Last Sunday I preached on suffering, and it hit a nerve with a bunch of us. If we believe that - in our suffering - God is after something deeper than we are after on our own, then we must ask the question: do we believe that what God is after is really good for us? Our conditioned answer to that question is "yes," but if we are honest we might not be so confident.
This gets to a really fundamental component of Christianity: Does God want to be a piece of the pie? Or does God want to be the whole pie? In other words, does God just want "so much" of me? Or does God really ask for all of me?
See if we think that God is just an add-on to our lives then we get very bothered when He starts poking around in areas that we have not invited Him. And when we suffer we just want God to stop the suffering...we do not consider that God may actually want us to experience hard times, so that the harder work of faith and character development actually happens. The Bible says that God is all about growing our character, refining our thinking, maturing us, deepening our faith. This means that the life of Christian will likely be hard...and yet there are passages in the Bible that tell us that life in Christ will be easy. (Matthew 11:28-30) Well, which is it?
To answer that question, let me quote a portion of Mere Christianity by C.S. Lewis:
Is Christianity Hard or Easy?
Christ says “Give me All. I don’t want “so much” of your time and “so much” of your money and “so much” of your work: I want you. I have not come to torment your natural self, but to kill it. No half-measures are any good. I don’t want to cut off a branch here and a branch there, I want to have the whole tree down. I don’t want to drill the tooth, or crown it, or stop it, but to have it out. Hand over the whole natural self, all the desires which you think innocent as well as the ones you think wicked—the whole outfit. I will give you a new self instead. In fact, I will give you Myself: my own will shall become yours.”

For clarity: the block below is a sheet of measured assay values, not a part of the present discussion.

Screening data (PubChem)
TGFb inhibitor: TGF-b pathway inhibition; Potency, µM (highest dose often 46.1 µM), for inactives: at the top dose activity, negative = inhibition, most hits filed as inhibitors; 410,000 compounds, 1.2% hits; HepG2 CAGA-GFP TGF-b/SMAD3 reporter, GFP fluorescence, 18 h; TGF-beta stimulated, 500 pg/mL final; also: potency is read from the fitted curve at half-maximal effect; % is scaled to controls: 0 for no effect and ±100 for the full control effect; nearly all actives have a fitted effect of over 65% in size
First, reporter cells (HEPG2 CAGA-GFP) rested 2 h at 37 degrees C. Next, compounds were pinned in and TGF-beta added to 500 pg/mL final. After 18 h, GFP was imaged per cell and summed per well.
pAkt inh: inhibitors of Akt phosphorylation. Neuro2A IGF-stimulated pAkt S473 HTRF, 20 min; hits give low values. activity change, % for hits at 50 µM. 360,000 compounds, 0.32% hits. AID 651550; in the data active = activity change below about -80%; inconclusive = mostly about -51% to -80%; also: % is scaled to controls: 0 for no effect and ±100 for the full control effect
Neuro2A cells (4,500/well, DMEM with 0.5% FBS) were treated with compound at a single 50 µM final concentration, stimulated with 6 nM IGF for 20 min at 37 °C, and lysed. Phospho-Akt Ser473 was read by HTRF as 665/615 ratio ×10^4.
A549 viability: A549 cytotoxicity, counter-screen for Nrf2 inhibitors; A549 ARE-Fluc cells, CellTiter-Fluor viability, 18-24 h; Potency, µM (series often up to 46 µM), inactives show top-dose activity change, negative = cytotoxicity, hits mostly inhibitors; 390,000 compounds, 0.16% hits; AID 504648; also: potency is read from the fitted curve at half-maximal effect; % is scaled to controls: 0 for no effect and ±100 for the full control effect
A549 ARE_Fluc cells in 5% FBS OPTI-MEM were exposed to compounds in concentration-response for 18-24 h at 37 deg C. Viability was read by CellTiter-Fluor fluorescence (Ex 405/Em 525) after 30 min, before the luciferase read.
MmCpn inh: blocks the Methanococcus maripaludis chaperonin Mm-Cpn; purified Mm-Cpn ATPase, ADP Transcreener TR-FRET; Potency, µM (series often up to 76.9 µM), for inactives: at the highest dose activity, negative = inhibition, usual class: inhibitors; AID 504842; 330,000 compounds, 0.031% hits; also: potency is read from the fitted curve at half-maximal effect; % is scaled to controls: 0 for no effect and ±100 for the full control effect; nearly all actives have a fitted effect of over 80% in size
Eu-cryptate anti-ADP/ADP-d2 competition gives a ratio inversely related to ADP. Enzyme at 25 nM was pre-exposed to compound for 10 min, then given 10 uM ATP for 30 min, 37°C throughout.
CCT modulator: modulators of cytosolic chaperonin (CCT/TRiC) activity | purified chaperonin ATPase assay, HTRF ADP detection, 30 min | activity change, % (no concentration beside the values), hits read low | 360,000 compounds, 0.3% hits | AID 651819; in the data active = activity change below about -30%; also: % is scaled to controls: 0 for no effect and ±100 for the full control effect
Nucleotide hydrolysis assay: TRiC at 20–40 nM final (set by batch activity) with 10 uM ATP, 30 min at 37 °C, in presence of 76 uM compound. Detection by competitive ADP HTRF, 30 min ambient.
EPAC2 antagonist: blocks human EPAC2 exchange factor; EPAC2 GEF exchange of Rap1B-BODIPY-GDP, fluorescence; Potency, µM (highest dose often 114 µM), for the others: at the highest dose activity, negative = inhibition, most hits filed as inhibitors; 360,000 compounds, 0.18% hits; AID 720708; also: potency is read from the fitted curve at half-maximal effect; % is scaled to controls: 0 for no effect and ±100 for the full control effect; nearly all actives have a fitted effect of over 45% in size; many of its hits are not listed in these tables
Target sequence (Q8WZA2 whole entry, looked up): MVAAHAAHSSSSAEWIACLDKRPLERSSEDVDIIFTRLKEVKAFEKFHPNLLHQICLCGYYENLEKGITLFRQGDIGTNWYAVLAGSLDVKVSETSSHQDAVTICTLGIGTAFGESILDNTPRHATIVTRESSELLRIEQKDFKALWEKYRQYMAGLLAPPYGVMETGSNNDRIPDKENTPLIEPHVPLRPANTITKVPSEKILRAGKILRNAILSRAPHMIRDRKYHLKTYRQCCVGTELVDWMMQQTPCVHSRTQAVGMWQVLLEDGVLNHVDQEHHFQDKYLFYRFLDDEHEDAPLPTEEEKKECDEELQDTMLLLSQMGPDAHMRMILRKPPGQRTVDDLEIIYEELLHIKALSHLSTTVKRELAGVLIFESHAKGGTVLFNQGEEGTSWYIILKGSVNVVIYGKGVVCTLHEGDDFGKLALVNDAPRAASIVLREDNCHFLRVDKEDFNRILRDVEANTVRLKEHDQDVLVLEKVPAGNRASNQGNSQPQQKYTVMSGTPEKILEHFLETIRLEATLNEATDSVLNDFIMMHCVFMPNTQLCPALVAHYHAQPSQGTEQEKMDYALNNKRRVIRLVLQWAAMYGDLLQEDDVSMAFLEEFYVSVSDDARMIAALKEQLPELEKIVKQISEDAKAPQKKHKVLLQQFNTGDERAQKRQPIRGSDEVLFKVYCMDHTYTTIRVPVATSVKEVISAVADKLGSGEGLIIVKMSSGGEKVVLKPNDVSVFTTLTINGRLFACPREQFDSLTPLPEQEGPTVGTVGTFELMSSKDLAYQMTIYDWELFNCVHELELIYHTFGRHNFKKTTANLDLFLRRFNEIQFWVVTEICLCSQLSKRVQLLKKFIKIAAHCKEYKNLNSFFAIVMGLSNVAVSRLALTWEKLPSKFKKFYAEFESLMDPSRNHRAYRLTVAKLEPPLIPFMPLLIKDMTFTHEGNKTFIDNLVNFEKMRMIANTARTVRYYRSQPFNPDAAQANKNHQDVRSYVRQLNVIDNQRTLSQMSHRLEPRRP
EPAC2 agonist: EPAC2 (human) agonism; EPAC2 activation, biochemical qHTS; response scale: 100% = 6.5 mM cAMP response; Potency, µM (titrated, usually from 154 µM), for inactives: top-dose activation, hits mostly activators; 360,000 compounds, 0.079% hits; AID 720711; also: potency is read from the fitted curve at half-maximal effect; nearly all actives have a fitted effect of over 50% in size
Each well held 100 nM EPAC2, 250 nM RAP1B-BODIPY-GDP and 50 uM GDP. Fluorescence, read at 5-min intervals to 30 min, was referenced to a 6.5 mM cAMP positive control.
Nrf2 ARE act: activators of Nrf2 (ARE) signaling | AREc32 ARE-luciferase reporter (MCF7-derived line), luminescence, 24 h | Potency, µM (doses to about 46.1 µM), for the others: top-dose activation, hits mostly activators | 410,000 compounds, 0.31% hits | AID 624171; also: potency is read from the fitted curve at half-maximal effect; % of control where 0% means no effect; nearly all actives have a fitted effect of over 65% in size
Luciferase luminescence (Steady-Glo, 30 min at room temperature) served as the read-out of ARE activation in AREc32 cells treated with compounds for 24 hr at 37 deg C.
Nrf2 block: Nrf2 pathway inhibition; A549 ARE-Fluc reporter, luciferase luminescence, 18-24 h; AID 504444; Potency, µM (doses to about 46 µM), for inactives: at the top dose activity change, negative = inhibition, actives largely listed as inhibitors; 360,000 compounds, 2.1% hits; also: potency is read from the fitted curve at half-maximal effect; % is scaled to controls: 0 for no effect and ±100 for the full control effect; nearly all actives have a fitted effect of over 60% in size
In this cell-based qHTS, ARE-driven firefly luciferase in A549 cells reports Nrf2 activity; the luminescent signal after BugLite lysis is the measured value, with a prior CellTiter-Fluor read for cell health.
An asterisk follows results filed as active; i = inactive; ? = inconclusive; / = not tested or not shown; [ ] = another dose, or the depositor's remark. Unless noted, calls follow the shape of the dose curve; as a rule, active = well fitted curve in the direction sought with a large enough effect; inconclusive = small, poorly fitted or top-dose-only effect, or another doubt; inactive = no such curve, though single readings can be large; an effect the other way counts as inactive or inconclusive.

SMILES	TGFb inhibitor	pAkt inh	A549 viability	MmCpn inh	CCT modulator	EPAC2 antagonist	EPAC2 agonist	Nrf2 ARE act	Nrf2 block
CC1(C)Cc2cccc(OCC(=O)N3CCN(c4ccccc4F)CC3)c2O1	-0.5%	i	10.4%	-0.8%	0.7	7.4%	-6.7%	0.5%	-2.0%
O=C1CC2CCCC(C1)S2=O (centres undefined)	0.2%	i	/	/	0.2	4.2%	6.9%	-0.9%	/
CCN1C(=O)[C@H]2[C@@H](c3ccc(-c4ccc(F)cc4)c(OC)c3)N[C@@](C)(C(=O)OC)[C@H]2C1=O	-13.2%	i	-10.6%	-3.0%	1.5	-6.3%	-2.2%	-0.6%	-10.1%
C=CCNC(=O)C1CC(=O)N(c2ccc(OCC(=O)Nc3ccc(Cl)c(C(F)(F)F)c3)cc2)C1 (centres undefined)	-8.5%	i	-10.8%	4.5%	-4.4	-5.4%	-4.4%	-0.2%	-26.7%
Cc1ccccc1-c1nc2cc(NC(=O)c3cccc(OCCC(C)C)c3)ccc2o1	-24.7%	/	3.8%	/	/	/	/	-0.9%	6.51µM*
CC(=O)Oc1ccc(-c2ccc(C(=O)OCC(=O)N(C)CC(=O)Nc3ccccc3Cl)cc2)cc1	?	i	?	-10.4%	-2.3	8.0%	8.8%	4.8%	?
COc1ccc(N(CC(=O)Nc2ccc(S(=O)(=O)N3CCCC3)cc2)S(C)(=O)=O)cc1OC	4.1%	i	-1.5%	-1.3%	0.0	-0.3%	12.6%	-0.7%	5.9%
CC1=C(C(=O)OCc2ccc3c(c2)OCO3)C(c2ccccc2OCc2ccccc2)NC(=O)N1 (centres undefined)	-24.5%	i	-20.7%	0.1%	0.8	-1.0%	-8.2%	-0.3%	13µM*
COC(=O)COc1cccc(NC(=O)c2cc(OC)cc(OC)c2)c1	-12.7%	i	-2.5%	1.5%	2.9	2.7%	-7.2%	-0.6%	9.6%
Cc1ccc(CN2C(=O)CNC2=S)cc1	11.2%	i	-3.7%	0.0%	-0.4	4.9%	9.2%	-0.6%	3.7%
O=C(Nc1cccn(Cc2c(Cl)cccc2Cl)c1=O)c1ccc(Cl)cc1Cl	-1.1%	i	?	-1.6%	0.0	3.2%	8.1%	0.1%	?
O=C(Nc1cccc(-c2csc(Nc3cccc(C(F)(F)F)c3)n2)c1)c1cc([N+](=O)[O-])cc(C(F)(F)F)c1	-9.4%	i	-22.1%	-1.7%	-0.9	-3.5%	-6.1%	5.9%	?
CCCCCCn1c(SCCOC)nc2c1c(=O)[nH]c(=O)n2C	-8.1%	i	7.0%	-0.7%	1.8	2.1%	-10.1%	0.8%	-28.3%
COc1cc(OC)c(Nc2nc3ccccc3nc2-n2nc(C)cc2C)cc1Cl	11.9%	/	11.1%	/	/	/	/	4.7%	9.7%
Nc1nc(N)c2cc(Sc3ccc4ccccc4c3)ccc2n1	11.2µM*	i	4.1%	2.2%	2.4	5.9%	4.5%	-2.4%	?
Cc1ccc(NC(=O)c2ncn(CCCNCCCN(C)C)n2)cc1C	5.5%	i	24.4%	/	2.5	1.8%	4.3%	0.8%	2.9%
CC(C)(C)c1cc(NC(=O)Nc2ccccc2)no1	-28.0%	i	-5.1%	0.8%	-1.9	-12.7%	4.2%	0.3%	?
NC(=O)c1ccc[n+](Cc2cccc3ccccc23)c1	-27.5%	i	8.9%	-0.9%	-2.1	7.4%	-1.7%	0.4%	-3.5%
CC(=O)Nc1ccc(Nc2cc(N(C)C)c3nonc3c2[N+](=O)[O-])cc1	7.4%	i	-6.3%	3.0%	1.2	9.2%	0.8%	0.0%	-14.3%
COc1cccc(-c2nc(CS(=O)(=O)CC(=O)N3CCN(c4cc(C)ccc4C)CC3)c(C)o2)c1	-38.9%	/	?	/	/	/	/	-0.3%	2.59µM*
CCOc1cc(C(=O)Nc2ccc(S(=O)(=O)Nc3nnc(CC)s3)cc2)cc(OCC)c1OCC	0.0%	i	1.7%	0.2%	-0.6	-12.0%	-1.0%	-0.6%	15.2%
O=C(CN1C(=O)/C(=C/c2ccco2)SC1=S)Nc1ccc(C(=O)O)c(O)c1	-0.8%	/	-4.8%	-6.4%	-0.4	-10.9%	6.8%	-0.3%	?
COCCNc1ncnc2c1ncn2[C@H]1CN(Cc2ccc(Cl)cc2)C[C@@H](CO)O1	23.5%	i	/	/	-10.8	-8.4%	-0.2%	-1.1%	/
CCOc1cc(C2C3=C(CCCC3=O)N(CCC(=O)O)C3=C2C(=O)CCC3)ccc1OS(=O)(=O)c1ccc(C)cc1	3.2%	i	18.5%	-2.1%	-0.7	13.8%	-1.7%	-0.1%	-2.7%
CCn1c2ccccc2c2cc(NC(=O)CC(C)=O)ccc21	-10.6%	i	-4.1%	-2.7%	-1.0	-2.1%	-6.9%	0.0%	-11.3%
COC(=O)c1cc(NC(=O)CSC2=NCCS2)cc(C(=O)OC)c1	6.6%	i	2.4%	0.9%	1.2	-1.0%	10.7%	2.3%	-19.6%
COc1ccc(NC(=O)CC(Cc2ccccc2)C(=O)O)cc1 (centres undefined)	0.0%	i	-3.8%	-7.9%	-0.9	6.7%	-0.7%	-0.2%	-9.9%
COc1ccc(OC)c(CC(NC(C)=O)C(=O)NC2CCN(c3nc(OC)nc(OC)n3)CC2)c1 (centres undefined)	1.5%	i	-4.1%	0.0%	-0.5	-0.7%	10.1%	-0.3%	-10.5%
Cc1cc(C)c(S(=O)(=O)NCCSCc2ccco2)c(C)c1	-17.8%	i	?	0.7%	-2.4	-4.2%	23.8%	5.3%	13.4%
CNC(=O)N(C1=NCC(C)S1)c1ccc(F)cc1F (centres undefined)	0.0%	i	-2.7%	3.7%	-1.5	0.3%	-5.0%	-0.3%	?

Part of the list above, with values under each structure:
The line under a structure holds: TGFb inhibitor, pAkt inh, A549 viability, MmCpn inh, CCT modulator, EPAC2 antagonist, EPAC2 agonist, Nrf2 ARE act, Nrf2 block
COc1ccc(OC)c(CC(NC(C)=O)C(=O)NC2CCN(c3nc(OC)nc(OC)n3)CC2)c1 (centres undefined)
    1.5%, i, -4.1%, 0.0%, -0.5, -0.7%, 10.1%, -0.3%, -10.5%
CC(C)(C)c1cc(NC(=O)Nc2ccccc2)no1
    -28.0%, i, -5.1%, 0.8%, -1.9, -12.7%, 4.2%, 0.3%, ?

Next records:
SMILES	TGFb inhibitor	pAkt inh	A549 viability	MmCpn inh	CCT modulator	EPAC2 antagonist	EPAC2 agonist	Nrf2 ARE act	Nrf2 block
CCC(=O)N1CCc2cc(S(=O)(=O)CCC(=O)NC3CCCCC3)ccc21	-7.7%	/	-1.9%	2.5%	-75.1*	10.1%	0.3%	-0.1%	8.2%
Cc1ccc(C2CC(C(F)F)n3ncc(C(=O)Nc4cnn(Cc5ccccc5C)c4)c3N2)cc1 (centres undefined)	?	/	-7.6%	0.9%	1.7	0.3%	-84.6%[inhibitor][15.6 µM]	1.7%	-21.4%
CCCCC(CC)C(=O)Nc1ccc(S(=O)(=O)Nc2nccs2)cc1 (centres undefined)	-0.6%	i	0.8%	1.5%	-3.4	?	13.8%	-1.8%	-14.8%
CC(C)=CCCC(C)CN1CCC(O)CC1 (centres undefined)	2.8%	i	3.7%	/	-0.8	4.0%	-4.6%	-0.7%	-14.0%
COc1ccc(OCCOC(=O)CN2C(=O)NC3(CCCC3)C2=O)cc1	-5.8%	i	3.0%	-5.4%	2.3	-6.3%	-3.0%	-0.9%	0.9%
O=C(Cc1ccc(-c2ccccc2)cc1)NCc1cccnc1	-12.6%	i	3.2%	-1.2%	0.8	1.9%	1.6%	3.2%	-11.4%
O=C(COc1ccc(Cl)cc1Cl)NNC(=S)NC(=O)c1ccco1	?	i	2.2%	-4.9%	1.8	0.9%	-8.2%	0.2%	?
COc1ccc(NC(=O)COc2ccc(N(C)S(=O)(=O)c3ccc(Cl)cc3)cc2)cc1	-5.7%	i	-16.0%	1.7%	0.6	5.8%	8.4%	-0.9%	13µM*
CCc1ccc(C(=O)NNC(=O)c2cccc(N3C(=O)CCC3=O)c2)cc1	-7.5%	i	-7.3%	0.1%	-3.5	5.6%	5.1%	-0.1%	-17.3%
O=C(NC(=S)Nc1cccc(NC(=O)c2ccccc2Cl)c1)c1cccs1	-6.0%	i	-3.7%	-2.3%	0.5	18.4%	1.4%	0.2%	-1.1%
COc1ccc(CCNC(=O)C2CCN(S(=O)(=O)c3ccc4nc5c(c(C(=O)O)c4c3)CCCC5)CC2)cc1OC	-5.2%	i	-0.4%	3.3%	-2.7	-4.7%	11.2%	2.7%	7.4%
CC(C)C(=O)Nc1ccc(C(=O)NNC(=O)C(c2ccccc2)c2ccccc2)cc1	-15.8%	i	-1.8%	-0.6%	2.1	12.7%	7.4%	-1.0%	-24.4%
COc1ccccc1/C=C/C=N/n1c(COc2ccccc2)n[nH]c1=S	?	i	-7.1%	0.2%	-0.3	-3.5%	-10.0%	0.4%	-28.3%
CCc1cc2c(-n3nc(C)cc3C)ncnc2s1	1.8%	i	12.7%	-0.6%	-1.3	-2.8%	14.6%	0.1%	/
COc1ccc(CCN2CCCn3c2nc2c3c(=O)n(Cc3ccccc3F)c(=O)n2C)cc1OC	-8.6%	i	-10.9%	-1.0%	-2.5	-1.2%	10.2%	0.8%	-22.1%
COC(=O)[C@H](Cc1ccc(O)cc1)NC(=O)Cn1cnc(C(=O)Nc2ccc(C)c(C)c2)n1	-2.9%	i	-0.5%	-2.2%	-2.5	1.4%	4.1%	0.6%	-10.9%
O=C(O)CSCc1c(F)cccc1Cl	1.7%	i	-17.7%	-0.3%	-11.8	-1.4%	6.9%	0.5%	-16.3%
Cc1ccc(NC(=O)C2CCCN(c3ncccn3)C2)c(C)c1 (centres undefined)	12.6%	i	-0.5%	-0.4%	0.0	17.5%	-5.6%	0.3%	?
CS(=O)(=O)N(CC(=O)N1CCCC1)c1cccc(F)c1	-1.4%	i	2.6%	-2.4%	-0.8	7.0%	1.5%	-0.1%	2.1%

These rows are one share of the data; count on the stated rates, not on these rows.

The terrible thing, the almost impossible thing, is to hand over your whole self—all your wishes and precautions—to Christ. But it is far easier than what we are all trying to do instead. For what we are trying to do is to remain what we call ‘ourselves’, to keep personal happiness as our great aim in life, and yet at the same time be ‘good’. We are all trying to let our mind and heart go their own way—centred on money or pleasure or ambition—and hoping, in spite of this, to behave honestly and chastely and humbly. And that is exactly what Christ warned us you could not do. As He said, a thistle cannot produce figs. If I am a field that contains nothing but grass-seed, I cannot produce wheat. Cutting the grass may keep it short: but I shall still produce grass and no wheat. If I want to produce wheat, the change must go deeper than the surface. I must be ploughed up and re-sown.
"Ploughed up" and "re-sewn" doesn't sound comfortable. It sounds to me like suffering, but it is often exactly what is needed for me to be what God has designed for me to be... it is ultimately for my good and for God's glory.
Do you believe it? If you do, it will change the way you face your suffering.